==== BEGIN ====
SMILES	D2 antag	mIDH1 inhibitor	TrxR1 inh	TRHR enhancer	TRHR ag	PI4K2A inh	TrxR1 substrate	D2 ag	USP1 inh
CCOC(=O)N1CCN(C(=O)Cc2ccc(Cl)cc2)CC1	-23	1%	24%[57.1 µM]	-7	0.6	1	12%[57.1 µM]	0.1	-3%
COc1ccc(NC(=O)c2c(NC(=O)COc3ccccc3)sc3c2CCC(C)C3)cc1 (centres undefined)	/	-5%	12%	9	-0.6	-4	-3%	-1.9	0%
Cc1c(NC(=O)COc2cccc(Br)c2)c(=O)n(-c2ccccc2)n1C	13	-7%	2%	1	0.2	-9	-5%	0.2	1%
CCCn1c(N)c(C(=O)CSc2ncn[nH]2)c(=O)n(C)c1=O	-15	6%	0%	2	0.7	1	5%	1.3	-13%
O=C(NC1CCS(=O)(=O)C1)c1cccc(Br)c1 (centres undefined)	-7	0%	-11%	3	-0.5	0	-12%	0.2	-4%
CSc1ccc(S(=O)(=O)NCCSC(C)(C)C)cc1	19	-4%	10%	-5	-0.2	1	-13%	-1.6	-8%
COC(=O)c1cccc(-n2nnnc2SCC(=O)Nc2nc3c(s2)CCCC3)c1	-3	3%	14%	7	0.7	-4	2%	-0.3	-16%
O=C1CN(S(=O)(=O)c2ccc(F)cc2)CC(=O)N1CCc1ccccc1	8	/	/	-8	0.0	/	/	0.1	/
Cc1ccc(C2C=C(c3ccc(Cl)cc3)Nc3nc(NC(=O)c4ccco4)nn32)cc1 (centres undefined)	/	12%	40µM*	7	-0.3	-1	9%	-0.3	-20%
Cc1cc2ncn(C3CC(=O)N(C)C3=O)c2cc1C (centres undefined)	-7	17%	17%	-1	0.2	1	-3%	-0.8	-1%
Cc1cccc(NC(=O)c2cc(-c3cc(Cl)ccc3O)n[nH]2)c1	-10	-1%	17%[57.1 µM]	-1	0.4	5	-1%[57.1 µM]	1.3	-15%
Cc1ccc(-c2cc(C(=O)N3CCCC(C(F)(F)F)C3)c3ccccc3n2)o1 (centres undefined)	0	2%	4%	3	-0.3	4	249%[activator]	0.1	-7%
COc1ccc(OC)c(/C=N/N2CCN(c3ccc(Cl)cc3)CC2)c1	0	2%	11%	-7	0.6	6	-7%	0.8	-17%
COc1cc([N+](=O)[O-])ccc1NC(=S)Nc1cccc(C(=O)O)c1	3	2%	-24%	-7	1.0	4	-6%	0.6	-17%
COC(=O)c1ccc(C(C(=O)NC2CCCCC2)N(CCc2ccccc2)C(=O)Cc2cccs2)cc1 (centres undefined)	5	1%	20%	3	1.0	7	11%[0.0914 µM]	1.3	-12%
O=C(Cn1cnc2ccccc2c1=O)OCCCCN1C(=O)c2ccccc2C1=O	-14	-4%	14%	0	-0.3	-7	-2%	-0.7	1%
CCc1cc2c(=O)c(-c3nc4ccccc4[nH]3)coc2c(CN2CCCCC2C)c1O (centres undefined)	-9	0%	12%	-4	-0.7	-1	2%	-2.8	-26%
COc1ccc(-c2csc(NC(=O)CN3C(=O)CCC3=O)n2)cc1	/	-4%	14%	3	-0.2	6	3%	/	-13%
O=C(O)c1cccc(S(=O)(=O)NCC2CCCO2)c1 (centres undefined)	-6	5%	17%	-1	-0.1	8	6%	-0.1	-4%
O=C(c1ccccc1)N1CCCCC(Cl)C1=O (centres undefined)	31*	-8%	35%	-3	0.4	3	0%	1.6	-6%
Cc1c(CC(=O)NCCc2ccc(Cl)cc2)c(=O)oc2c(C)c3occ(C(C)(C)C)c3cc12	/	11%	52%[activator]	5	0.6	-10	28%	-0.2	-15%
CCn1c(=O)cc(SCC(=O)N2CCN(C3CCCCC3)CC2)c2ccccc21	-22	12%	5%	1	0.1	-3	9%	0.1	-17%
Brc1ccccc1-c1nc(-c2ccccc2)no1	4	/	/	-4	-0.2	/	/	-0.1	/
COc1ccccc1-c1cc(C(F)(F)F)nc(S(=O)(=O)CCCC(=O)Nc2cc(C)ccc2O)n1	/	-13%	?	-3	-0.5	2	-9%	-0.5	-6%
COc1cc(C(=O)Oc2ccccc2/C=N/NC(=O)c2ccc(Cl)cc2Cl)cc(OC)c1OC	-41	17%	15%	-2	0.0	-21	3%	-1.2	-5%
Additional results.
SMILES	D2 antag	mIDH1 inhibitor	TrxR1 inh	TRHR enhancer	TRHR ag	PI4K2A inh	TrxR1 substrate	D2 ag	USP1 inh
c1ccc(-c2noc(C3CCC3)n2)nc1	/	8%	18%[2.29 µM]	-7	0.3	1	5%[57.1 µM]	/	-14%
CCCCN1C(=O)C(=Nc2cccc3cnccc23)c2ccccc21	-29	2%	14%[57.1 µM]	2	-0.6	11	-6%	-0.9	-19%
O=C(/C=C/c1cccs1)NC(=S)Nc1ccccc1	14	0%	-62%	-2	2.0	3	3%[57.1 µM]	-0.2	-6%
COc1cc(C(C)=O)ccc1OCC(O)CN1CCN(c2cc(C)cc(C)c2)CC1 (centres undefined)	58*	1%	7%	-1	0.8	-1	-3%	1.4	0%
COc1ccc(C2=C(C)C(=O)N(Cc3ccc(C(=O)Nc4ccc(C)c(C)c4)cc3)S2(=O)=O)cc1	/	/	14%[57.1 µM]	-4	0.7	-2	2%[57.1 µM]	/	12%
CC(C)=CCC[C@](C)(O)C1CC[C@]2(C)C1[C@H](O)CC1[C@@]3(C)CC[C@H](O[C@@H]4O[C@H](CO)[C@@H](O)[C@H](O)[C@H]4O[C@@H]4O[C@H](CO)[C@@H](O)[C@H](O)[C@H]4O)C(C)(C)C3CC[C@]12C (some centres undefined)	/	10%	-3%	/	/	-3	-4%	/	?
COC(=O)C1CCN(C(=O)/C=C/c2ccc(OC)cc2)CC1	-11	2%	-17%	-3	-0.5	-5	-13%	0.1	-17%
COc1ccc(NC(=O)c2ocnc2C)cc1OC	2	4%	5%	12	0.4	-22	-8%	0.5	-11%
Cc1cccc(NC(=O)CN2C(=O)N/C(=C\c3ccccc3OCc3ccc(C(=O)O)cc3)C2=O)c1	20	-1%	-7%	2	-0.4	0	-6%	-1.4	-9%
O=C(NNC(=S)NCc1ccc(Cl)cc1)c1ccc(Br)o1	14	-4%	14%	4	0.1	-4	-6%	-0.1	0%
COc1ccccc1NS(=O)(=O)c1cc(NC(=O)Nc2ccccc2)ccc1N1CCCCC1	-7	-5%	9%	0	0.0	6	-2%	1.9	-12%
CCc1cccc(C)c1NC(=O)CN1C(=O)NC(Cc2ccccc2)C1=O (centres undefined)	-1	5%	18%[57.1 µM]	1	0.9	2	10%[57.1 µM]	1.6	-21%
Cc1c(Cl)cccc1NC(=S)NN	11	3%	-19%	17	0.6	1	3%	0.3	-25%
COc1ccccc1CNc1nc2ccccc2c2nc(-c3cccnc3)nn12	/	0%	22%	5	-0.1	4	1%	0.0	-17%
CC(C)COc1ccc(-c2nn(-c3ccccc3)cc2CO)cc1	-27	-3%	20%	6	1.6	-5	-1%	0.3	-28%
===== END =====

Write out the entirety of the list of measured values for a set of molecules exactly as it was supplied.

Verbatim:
SMILES	D2 antag	mIDH1 inhibitor	TrxR1 inh	TRHR enhancer	TRHR ag	PI4K2A inh	TrxR1 substrate	D2 ag	USP1 inh
CCOC(=O)N1CCN(C(=O)Cc2ccc(Cl)cc2)CC1	-23	1%	24%[57.1 µM]	-7	0.6	1	12%[57.1 µM]	0.1	-3%
COc1ccc(NC(=O)c2c(NC(=O)COc3ccccc3)sc3c2CCC(C)C3)cc1 (centres undefined)	/	-5%	12%	9	-0.6	-4	-3%	-1.9	0%
Cc1c(NC(=O)COc2cccc(Br)c2)c(=O)n(-c2ccccc2)n1C	13	-7%	2%	1	0.2	-9	-5%	0.2	1%
CCCn1c(N)c(C(=O)CSc2ncn[nH]2)c(=O)n(C)c1=O	-15	6%	0%	2	0.7	1	5%	1.3	-13%
O=C(NC1CCS(=O)(=O)C1)c1cccc(Br)c1 (centres undefined)	-7	0%	-11%	3	-0.5	0	-12%	0.2	-4%
CSc1ccc(S(=O)(=O)NCCSC(C)(C)C)cc1	19	-4%	10%	-5	-0.2	1	-13%	-1.6	-8%
COC(=O)c1cccc(-n2nnnc2SCC(=O)Nc2nc3c(s2)CCCC3)c1	-3	3%	14%	7	0.7	-4	2%	-0.3	-16%
O=C1CN(S(=O)(=O)c2ccc(F)cc2)CC(=O)N1CCc1ccccc1	8	/	/	-8	0.0	/	/	0.1	/
Cc1ccc(C2C=C(c3ccc(Cl)cc3)Nc3nc(NC(=O)c4ccco4)nn32)cc1 (centres undefined)	/	12%	40µM*	7	-0.3	-1	9%	-0.3	-20%
Cc1cc2ncn(C3CC(=O)N(C)C3=O)c2cc1C (centres undefined)	-7	17%	17%	-1	0.2	1	-3%	-0.8	-1%
Cc1cccc(NC(=O)c2cc(-c3cc(Cl)ccc3O)n[nH]2)c1	-10	-1%	17%[57.1 µM]	-1	0.4	5	-1%[57.1 µM]	1.3	-15%
Cc1ccc(-c2cc(C(=O)N3CCCC(C(F)(F)F)C3)c3ccccc3n2)o1 (centres undefined)	0	2%	4%	3	-0.3	4	249%[activator]	0.1	-7%
COc1ccc(OC)c(/C=N/N2CCN(c3ccc(Cl)cc3)CC2)c1	0	2%	11%	-7	0.6	6	-7%	0.8	-17%
COc1cc([N+](=O)[O-])ccc1NC(=S)Nc1cccc(C(=O)O)c1	3	2%	-24%	-7	1.0	4	-6%	0.6	-17%
COC(=O)c1ccc(C(C(=O)NC2CCCCC2)N(CCc2ccccc2)C(=O)Cc2cccs2)cc1 (centres undefined)	5	1%	20%	3	1.0	7	11%[0.0914 µM]	1.3	-12%
O=C(Cn1cnc2ccccc2c1=O)OCCCCN1C(=O)c2ccccc2C1=O	-14	-4%	14%	0	-0.3	-7	-2%	-0.7	1%
CCc1cc2c(=O)c(-c3nc4ccccc4[nH]3)coc2c(CN2CCCCC2C)c1O (centres undefined)	-9	0%	12%	-4	-0.7	-1	2%	-2.8	-26%
COc1ccc(-c2csc(NC(=O)CN3C(=O)CCC3=O)n2)cc1	/	-4%	14%	3	-0.2	6	3%	/	-13%
O=C(O)c1cccc(S(=O)(=O)NCC2CCCO2)c1 (centres undefined)	-6	5%	17%	-1	-0.1	8	6%	-0.1	-4%
O=C(c1ccccc1)N1CCCCC(Cl)C1=O (centres undefined)	31*	-8%	35%	-3	0.4	3	0%	1.6	-6%
Cc1c(CC(=O)NCCc2ccc(Cl)cc2)c(=O)oc2c(C)c3occ(C(C)(C)C)c3cc12	/	11%	52%[activator]	5	0.6	-10	28%	-0.2	-15%
CCn1c(=O)cc(SCC(=O)N2CCN(C3CCCCC3)CC2)c2ccccc21	-22	12%	5%	1	0.1	-3	9%	0.1	-17%
Brc1ccccc1-c1nc(-c2ccccc2)no1	4	/	/	-4	-0.2	/	/	-0.1	/
COc1ccccc1-c1cc(C(F)(F)F)nc(S(=O)(=O)CCCC(=O)Nc2cc(C)ccc2O)n1	/	-13%	?	-3	-0.5	2	-9%	-0.5	-6%
COc1cc(C(=O)Oc2ccccc2/C=N/NC(=O)c2ccc(Cl)cc2Cl)cc(OC)c1OC	-41	17%	15%	-2	0.0	-21	3%	-1.2	-5%
Additional results.
SMILES	D2 antag	mIDH1 inhibitor	TrxR1 inh	TRHR enhancer	TRHR ag	PI4K2A inh	TrxR1 substrate	D2 ag	USP1 inh
c1ccc(-c2noc(C3CCC3)n2)nc1	/	8%	18%[2.29 µM]	-7	0.3	1	5%[57.1 µM]	/	-14%
CCCCN1C(=O)C(=Nc2cccc3cnccc23)c2ccccc21	-29	2%	14%[57.1 µM]	2	-0.6	11	-6%	-0.9	-19%
O=C(/C=C/c1cccs1)NC(=S)Nc1ccccc1	14	0%	-62%	-2	2.0	3	3%[57.1 µM]	-0.2	-6%
COc1cc(C(C)=O)ccc1OCC(O)CN1CCN(c2cc(C)cc(C)c2)CC1 (centres undefined)	58*	1%	7%	-1	0.8	-1	-3%	1.4	0%
COc1ccc(C2=C(C)C(=O)N(Cc3ccc(C(=O)Nc4ccc(C)c(C)c4)cc3)S2(=O)=O)cc1	/	/	14%[57.1 µM]	-4	0.7	-2	2%[57.1 µM]	/	12%
CC(C)=CCC[C@](C)(O)C1CC[C@]2(C)C1[C@H](O)CC1[C@@]3(C)CC[C@H](O[C@@H]4O[C@H](CO)[C@@H](O)[C@H](O)[C@H]4O[C@@H]4O[C@H](CO)[C@@H](O)[C@H](O)[C@H]4O)C(C)(C)C3CC[C@]12C (some centres undefined)	/	10%	-3%	/	/	-3	-4%	/	?
COC(=O)C1CCN(C(=O)/C=C/c2ccc(OC)cc2)CC1	-11	2%	-17%	-3	-0.5	-5	-13%	0.1	-17%
COc1ccc(NC(=O)c2ocnc2C)cc1OC	2	4%	5%	12	0.4	-22	-8%	0.5	-11%
Cc1cccc(NC(=O)CN2C(=O)N/C(=C\c3ccccc3OCc3ccc(C(=O)O)cc3)C2=O)c1	20	-1%	-7%	2	-0.4	0	-6%	-1.4	-9%
O=C(NNC(=S)NCc1ccc(Cl)cc1)c1ccc(Br)o1	14	-4%	14%	4	0.1	-4	-6%	-0.1	0%
COc1ccccc1NS(=O)(=O)c1cc(NC(=O)Nc2ccccc2)ccc1N1CCCCC1	-7	-5%	9%	0	0.0	6	-2%	1.9	-12%
CCc1cccc(C)c1NC(=O)CN1C(=O)NC(Cc2ccccc2)C1=O (centres undefined)	-1	5%	18%[57.1 µM]	1	0.9	2	10%[57.1 µM]	1.6	-21%
Cc1c(Cl)cccc1NC(=S)NN	11	3%	-19%	17	0.6	1	3%	0.3	-25%
COc1ccccc1CNc1nc2ccccc2c2nc(-c3cccnc3)nn12	/	0%	22%	5	-0.1	4	1%	0.0	-17%
CC(C)COc1ccc(-c2nn(-c3ccccc3)cc2CO)cc1	-27	-3%	20%	6	1.6	-5	-1%	0.3	-28%